What's the Value of the Figures of Speech?

"Their power may be perceived in the common language of everyday life"

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Metaphor and metonymy, irony and hyperbole, chiasmus and antithesis--learning all the peculiar names of the figures of speech can be a real challenge. Learning how to recognize the figures in our reading and apply them in our writing can be even harder. So why should we even bother?

Over a century ago, a popular Canadian novelist and professor of rhetoric, James De Mille, offered several good reasons for studying the figures of speech. Though we might word them a bit differently today, the points he made in 1878 still hold true.

 

Figures of speech are of such importance that they must always occupy a prominent place in every treatise on style or criticism.

  1. Though differing in special character or effects, they all have one thing in common, and that is, they contribute beyond anything else to the embellishment of style. Some create a picture before the mind; others gratify the sense of proportion; others adorn the subject by contrasting it with some other which is like or unlike; and thus in various ways they appeal to the aesthetical sensibilities.
  2. They contribute to perspicuity, by the power which many of them have of throwing fresh light upon a subject by presenting it in a new and unexpected form. This is especially the case with comparison, metaphor, and example, and many others of the figures of relativity, which are used by writers who would never adopt them merely for ornament. They are used to illustrate a subject, which thus gains a clearness that could be given in no other way.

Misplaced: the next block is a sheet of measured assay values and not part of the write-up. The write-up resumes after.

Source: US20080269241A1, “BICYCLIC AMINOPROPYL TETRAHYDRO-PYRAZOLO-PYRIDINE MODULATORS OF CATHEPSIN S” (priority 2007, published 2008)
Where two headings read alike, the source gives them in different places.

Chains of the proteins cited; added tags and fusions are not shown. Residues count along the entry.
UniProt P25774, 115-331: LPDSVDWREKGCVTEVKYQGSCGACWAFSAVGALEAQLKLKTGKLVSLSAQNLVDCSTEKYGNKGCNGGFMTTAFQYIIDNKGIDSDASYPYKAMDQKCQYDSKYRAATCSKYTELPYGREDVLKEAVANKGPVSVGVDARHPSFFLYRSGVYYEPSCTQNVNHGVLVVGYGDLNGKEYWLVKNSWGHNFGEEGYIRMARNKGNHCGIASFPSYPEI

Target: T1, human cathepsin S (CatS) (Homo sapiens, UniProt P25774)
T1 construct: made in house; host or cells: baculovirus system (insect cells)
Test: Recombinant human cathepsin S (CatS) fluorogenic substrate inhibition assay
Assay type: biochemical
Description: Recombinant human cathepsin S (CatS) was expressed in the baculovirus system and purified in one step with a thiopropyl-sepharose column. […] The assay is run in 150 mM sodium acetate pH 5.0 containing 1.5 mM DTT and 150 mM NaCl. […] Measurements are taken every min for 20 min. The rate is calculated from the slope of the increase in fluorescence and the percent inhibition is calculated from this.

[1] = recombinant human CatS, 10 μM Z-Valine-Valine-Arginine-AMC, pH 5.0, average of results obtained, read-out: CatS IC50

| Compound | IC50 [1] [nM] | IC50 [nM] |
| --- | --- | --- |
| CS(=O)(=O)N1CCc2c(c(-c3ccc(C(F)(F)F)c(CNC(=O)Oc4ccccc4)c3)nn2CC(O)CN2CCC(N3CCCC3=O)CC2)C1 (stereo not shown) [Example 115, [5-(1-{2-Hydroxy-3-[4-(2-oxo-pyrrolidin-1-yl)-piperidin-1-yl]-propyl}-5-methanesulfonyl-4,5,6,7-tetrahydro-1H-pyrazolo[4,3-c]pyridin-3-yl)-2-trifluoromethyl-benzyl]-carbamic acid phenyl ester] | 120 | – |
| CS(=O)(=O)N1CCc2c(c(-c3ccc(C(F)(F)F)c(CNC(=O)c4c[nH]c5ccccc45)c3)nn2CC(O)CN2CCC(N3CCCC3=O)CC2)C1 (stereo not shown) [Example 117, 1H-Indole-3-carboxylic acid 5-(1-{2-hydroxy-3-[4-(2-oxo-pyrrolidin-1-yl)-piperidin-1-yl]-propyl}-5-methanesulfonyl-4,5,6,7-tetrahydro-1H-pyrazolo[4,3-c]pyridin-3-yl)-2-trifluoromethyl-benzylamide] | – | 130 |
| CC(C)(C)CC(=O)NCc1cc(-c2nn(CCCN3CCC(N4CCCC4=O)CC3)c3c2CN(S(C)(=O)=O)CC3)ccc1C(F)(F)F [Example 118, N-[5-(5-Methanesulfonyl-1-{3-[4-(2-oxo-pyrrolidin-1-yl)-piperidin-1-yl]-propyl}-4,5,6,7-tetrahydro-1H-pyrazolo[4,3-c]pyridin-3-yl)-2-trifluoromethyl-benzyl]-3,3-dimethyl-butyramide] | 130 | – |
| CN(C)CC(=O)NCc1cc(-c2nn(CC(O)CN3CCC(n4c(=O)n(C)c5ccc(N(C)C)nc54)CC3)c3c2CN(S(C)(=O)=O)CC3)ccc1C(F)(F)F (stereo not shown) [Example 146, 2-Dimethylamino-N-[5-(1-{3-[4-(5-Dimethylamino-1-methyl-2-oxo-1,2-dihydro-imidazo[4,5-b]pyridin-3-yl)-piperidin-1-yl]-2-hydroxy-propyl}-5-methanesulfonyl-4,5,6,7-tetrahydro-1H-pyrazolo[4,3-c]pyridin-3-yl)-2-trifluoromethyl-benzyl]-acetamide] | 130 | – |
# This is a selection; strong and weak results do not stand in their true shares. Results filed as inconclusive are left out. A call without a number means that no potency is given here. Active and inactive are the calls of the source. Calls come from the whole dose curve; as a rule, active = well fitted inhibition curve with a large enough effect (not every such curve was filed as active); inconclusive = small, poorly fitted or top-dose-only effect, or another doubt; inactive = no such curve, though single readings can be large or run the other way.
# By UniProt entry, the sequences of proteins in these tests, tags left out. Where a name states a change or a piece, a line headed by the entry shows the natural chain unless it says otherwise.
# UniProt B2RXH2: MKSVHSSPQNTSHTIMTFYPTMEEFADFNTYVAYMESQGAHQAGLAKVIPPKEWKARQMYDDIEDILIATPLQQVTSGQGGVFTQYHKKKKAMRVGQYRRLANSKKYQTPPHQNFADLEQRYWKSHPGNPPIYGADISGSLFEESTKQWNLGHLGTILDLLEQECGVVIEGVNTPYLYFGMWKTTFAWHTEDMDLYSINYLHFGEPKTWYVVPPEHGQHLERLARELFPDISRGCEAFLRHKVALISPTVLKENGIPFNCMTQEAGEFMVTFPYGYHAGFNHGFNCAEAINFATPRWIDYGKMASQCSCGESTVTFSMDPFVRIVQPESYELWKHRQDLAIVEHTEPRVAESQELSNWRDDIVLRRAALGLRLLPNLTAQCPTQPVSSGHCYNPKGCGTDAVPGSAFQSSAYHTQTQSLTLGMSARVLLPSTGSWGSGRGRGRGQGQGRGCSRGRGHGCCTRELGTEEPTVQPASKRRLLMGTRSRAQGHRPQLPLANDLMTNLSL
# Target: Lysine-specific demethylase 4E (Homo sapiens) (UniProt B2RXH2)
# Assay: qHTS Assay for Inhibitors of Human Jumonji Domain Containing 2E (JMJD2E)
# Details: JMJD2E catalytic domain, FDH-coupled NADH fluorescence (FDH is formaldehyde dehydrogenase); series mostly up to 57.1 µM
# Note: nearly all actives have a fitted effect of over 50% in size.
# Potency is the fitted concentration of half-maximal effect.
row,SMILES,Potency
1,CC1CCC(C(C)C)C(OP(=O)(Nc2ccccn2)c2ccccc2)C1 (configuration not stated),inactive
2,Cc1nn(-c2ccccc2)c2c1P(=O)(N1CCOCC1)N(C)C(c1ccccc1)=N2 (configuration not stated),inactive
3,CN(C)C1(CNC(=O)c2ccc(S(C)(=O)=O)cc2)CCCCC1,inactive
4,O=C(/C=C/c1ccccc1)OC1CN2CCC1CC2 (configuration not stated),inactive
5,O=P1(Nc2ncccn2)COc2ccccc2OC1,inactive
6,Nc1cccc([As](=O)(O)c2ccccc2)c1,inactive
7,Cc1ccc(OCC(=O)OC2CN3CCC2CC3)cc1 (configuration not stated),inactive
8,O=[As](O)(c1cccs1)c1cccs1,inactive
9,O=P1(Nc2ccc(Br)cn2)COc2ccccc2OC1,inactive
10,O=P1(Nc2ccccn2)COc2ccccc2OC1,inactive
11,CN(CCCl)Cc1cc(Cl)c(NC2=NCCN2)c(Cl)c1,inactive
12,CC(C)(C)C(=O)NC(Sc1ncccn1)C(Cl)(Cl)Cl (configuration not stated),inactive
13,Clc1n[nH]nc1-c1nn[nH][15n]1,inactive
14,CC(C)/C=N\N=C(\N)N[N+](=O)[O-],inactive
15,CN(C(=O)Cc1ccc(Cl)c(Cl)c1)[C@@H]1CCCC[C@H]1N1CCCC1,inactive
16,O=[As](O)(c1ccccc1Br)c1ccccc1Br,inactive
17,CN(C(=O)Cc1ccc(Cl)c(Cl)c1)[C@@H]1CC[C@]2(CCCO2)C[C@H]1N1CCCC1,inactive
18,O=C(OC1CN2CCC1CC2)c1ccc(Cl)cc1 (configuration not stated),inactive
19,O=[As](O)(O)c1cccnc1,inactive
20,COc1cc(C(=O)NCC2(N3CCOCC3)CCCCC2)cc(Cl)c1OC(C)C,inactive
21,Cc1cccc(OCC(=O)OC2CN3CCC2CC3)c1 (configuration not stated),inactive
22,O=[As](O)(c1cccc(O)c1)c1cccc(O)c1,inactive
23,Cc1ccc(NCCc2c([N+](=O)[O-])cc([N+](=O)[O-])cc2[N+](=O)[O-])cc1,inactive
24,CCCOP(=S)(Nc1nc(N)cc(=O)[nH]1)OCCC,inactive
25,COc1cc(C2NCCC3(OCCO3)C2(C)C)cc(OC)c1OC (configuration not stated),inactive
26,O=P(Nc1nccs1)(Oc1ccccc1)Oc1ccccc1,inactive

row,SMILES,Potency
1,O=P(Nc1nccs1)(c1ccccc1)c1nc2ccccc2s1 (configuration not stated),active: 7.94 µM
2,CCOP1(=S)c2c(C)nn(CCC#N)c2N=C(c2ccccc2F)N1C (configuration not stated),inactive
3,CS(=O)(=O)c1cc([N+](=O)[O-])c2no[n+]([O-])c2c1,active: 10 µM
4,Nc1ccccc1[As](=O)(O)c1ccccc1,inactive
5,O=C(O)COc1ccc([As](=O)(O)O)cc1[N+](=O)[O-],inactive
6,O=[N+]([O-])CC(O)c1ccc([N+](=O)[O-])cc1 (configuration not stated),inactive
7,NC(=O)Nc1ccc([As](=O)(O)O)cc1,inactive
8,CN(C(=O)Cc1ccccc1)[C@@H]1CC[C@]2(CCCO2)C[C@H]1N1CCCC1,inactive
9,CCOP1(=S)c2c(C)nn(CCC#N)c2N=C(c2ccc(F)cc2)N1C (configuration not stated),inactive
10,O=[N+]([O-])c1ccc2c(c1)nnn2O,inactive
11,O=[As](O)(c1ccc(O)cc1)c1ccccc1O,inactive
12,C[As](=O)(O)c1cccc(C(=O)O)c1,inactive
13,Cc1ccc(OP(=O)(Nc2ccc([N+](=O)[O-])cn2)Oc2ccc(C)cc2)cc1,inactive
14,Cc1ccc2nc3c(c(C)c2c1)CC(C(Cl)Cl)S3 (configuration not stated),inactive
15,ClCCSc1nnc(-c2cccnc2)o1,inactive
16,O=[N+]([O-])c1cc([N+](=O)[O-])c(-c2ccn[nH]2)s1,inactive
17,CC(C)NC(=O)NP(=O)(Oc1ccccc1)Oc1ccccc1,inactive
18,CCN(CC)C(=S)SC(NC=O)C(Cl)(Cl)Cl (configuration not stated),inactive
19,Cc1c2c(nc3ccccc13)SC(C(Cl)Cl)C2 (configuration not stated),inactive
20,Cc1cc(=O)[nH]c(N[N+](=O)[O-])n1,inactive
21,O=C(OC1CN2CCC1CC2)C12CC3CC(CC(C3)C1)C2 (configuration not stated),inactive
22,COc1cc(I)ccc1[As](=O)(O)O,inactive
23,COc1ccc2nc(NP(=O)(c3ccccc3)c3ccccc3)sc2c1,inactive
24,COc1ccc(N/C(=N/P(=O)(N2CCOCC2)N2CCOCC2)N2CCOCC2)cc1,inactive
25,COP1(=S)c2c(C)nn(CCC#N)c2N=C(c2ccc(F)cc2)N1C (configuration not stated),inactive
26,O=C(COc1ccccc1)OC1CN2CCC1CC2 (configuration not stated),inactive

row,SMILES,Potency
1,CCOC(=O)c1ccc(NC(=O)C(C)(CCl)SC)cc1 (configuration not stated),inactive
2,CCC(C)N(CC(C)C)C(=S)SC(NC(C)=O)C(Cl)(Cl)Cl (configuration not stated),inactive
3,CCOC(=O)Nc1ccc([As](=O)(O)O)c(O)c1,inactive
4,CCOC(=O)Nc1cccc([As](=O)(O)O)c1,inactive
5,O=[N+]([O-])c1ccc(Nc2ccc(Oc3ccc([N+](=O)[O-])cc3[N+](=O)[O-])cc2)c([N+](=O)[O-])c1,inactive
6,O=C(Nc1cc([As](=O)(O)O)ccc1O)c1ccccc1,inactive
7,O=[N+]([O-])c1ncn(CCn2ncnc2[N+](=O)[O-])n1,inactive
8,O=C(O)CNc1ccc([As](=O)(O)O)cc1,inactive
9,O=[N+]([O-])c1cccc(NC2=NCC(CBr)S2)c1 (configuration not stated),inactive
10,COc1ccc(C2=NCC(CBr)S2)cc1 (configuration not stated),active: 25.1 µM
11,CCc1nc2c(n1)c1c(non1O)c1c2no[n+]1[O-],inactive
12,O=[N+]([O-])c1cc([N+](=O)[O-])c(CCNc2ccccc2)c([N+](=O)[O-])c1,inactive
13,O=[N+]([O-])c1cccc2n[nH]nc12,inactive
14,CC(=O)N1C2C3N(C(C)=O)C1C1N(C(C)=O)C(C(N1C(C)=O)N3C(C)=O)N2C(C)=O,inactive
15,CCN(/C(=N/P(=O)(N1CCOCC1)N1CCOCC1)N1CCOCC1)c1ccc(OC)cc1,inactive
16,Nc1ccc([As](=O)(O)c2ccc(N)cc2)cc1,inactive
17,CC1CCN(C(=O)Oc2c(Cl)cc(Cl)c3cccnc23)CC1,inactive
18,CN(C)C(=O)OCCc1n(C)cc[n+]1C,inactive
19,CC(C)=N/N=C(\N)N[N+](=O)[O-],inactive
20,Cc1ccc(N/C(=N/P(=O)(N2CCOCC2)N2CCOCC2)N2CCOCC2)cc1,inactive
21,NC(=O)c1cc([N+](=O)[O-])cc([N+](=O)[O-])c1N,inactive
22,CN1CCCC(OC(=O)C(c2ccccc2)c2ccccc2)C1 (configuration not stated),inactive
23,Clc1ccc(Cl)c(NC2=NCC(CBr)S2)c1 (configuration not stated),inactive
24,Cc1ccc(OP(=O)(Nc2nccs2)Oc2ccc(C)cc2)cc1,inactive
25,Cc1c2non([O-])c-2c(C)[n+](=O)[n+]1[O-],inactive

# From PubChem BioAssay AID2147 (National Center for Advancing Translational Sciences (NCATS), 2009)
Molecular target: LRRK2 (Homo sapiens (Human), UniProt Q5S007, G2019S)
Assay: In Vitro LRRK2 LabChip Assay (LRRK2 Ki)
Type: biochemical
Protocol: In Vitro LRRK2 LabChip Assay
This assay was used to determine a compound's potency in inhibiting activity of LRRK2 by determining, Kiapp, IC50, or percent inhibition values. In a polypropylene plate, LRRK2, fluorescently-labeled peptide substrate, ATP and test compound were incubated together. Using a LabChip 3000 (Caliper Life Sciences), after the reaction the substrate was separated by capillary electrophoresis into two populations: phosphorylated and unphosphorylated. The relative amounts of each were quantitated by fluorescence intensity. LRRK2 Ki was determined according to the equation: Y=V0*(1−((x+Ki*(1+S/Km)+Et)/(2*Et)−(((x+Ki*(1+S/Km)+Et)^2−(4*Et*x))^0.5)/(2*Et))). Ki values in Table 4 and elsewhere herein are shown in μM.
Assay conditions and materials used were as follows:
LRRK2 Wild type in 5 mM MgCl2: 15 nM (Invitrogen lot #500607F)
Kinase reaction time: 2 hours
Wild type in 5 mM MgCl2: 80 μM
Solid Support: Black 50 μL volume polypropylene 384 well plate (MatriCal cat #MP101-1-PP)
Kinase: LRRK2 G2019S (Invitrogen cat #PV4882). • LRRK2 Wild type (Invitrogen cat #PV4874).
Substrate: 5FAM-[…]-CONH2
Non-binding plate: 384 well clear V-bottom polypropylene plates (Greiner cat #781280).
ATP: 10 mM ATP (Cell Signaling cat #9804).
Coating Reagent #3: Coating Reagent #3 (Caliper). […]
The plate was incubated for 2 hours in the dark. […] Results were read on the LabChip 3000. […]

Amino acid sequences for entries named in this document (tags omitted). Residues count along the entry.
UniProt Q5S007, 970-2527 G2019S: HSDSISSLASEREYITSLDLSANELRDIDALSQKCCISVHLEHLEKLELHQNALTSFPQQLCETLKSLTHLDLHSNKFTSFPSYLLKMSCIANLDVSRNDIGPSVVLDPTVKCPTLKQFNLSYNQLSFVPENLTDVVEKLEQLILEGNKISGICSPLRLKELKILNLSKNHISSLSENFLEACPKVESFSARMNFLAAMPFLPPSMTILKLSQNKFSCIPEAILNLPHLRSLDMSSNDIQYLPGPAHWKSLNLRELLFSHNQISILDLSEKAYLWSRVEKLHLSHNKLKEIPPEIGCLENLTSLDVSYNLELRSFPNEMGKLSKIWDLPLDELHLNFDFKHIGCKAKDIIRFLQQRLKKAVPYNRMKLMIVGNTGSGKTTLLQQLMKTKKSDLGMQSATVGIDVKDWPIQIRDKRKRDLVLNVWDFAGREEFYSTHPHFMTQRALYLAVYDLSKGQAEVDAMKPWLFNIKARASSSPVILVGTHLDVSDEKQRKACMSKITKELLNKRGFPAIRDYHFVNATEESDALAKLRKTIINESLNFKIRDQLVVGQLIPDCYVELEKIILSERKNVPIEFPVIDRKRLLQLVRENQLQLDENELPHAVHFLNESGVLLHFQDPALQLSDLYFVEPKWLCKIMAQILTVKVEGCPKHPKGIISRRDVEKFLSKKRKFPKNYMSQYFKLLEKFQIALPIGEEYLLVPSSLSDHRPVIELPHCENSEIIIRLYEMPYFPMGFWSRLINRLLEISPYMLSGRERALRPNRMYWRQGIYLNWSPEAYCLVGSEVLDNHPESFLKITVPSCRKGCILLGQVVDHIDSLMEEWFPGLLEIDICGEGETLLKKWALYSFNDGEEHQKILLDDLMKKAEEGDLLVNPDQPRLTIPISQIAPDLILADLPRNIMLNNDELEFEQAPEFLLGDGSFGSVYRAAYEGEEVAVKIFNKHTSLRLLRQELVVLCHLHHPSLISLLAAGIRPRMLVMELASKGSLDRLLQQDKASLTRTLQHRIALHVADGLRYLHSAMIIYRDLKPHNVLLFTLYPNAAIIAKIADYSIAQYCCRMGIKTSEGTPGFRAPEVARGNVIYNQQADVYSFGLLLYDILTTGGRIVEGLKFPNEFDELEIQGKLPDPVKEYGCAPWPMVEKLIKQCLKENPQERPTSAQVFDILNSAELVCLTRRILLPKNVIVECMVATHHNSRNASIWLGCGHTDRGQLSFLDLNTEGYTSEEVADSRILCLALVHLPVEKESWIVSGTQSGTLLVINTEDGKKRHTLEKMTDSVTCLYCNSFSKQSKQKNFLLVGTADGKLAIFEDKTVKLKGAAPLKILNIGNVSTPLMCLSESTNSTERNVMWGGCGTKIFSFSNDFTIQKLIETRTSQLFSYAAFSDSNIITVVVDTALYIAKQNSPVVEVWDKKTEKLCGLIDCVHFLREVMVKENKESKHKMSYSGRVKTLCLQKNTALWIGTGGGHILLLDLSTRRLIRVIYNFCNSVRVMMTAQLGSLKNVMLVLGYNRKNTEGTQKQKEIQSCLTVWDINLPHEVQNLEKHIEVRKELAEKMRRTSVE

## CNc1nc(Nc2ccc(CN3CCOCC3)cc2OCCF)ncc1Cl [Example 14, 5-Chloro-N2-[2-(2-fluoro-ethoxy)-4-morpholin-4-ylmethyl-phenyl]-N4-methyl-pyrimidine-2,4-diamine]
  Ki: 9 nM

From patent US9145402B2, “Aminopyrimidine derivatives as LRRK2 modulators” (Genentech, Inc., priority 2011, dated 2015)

1. They add to the persuasiveness of style. They give variety to it, by enabling the author to change his form of expression at will. Thus a perpetual freshness and vivacity is the result, together with an attractive brilliancy. Old thoughts, which have lost their force through familiarity, may thus be rendered striking by assuming a novel shape, under which they have all the force of an original statement.
  1. In the whole world of literature, both ancient and modern, figures of speech occupy a foremost place. The Sacred Scriptures abound in them, because the Hebrew mind delighted in Oriental imagery. Nowhere can be found such an immense number of figures so effectively presented. Antithesis and parallel embrace all the poetry and no little of the prose of both the Old and New Testament. A place only less prominent is held by figures in the literature of Greece and Rome. The most famous passages of poetry--epic, lyric, and dramatic--the noblest strains of eloquence, the most vivid descriptions, all exhibit their presence and effective force.

Not the least sign of their power may be perceived in the common language of everyday life. Every one uses exclamation, interrogation, comparison, metaphor, hyperbole, climax, vision; the figures of amplification and extenuation are indispensable in eager, animated conversation; so also are iteration, emphasis, periphrasis, litotes. All these and many more are incessantly used; and always indicate vivacity or energy. This fact shows that while art and elaboration can make the highest use of figurative language, nature also resorts to it; and as nature has invented it, so she prompts its use and shows its effectiveness.

(James De Mille, The Elements of Rhetoric. Harper & Brothers, 1878)